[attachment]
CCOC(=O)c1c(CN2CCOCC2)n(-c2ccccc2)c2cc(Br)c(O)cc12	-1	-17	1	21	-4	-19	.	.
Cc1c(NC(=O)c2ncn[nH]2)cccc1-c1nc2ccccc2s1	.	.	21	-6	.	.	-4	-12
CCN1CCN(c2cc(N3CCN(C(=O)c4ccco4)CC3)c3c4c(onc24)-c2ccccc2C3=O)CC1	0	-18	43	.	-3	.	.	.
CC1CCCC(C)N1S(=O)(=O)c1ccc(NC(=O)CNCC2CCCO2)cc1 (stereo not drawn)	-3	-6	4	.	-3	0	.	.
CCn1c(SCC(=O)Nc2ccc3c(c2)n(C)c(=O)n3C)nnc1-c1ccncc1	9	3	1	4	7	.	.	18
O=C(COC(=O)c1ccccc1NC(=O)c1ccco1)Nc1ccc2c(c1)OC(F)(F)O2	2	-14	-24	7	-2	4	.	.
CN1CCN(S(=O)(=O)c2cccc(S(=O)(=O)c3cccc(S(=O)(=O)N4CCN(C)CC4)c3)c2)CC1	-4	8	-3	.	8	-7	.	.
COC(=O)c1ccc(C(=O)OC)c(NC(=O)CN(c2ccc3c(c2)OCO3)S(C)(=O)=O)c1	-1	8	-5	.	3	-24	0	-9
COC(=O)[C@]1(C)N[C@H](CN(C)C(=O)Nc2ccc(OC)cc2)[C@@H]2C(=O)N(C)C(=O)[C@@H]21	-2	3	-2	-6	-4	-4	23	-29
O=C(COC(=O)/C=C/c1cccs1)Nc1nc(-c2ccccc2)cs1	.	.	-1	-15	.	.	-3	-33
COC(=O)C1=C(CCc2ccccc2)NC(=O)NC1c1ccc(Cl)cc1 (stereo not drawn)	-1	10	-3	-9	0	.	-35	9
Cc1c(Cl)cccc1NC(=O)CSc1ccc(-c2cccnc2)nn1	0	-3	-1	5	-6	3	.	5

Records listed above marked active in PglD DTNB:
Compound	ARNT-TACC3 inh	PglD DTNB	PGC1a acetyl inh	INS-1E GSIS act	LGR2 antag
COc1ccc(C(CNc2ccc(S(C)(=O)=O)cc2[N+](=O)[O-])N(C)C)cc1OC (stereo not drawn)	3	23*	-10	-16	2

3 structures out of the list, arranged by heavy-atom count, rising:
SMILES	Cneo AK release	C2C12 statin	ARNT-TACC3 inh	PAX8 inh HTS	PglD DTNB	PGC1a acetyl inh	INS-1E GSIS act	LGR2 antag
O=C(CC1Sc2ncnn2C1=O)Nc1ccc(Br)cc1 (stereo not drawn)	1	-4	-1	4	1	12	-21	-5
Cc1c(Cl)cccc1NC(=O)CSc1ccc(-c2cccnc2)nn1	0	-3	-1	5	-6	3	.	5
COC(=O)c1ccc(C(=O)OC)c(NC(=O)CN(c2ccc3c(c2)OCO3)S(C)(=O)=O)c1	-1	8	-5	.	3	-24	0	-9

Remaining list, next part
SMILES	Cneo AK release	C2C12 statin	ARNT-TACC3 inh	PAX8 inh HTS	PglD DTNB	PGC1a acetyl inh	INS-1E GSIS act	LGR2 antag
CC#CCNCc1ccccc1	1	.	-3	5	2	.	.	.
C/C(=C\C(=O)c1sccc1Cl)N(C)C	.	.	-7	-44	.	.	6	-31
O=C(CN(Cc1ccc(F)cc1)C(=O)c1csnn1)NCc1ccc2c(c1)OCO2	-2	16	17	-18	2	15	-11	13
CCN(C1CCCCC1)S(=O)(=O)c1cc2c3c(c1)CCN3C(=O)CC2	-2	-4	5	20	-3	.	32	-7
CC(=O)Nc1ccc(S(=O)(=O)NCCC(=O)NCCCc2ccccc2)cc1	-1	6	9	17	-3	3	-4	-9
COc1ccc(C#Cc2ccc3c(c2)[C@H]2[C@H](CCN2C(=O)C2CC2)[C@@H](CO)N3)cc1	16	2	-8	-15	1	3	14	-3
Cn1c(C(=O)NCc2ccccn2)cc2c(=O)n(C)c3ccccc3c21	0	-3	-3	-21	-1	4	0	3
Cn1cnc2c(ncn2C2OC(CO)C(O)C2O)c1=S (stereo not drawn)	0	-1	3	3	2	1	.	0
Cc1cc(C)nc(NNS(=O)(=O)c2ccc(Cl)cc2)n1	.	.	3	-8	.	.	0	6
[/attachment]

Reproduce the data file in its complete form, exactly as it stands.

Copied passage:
CCOC(=O)c1c(CN2CCOCC2)n(-c2ccccc2)c2cc(Br)c(O)cc12	-1	-17	1	21	-4	-19	.	.
Cc1c(NC(=O)c2ncn[nH]2)cccc1-c1nc2ccccc2s1	.	.	21	-6	.	.	-4	-12
CCN1CCN(c2cc(N3CCN(C(=O)c4ccco4)CC3)c3c4c(onc24)-c2ccccc2C3=O)CC1	0	-18	43	.	-3	.	.	.
CC1CCCC(C)N1S(=O)(=O)c1ccc(NC(=O)CNCC2CCCO2)cc1 (stereo not drawn)	-3	-6	4	.	-3	0	.	.
CCn1c(SCC(=O)Nc2ccc3c(c2)n(C)c(=O)n3C)nnc1-c1ccncc1	9	3	1	4	7	.	.	18
O=C(COC(=O)c1ccccc1NC(=O)c1ccco1)Nc1ccc2c(c1)OC(F)(F)O2	2	-14	-24	7	-2	4	.	.
CN1CCN(S(=O)(=O)c2cccc(S(=O)(=O)c3cccc(S(=O)(=O)N4CCN(C)CC4)c3)c2)CC1	-4	8	-3	.	8	-7	.	.
COC(=O)c1ccc(C(=O)OC)c(NC(=O)CN(c2ccc3c(c2)OCO3)S(C)(=O)=O)c1	-1	8	-5	.	3	-24	0	-9
COC(=O)[C@]1(C)N[C@H](CN(C)C(=O)Nc2ccc(OC)cc2)[C@@H]2C(=O)N(C)C(=O)[C@@H]21	-2	3	-2	-6	-4	-4	23	-29
O=C(COC(=O)/C=C/c1cccs1)Nc1nc(-c2ccccc2)cs1	.	.	-1	-15	.	.	-3	-33
COC(=O)C1=C(CCc2ccccc2)NC(=O)NC1c1ccc(Cl)cc1 (stereo not drawn)	-1	10	-3	-9	0	.	-35	9
Cc1c(Cl)cccc1NC(=O)CSc1ccc(-c2cccnc2)nn1	0	-3	-1	5	-6	3	.	5

Records listed above marked active in PglD DTNB:
Compound	ARNT-TACC3 inh	PglD DTNB	PGC1a acetyl inh	INS-1E GSIS act	LGR2 antag
COc1ccc(C(CNc2ccc(S(C)(=O)=O)cc2[N+](=O)[O-])N(C)C)cc1OC (stereo not drawn)	3	23*	-10	-16	2

3 structures out of the list, arranged by heavy-atom count, rising:
SMILES	Cneo AK release	C2C12 statin	ARNT-TACC3 inh	PAX8 inh HTS	PglD DTNB	PGC1a acetyl inh	INS-1E GSIS act	LGR2 antag
O=C(CC1Sc2ncnn2C1=O)Nc1ccc(Br)cc1 (stereo not drawn)	1	-4	-1	4	1	12	-21	-5
Cc1c(Cl)cccc1NC(=O)CSc1ccc(-c2cccnc2)nn1	0	-3	-1	5	-6	3	.	5
COC(=O)c1ccc(C(=O)OC)c(NC(=O)CN(c2ccc3c(c2)OCO3)S(C)(=O)=O)c1	-1	8	-5	.	3	-24	0	-9

Remaining list, next part
SMILES	Cneo AK release	C2C12 statin	ARNT-TACC3 inh	PAX8 inh HTS	PglD DTNB	PGC1a acetyl inh	INS-1E GSIS act	LGR2 antag
CC#CCNCc1ccccc1	1	.	-3	5	2	.	.	.
C/C(=C\C(=O)c1sccc1Cl)N(C)C	.	.	-7	-44	.	.	6	-31
O=C(CN(Cc1ccc(F)cc1)C(=O)c1csnn1)NCc1ccc2c(c1)OCO2	-2	16	17	-18	2	15	-11	13
CCN(C1CCCCC1)S(=O)(=O)c1cc2c3c(c1)CCN3C(=O)CC2	-2	-4	5	20	-3	.	32	-7
CC(=O)Nc1ccc(S(=O)(=O)NCCC(=O)NCCCc2ccccc2)cc1	-1	6	9	17	-3	3	-4	-9
COc1ccc(C#Cc2ccc3c(c2)[C@H]2[C@H](CCN2C(=O)C2CC2)[C@@H](CO)N3)cc1	16	2	-8	-15	1	3	14	-3
Cn1c(C(=O)NCc2ccccn2)cc2c(=O)n(C)c3ccccc3c21	0	-3	-3	-21	-1	4	0	3
Cn1cnc2c(ncn2C2OC(CO)C(O)C2O)c1=S (stereo not drawn)	0	-1	3	3	2	1	.	0
Cc1cc(C)nc(NNS(=O)(=O)c2ccc(Cl)cc2)n1	.	.	3	-8	.	.	0	6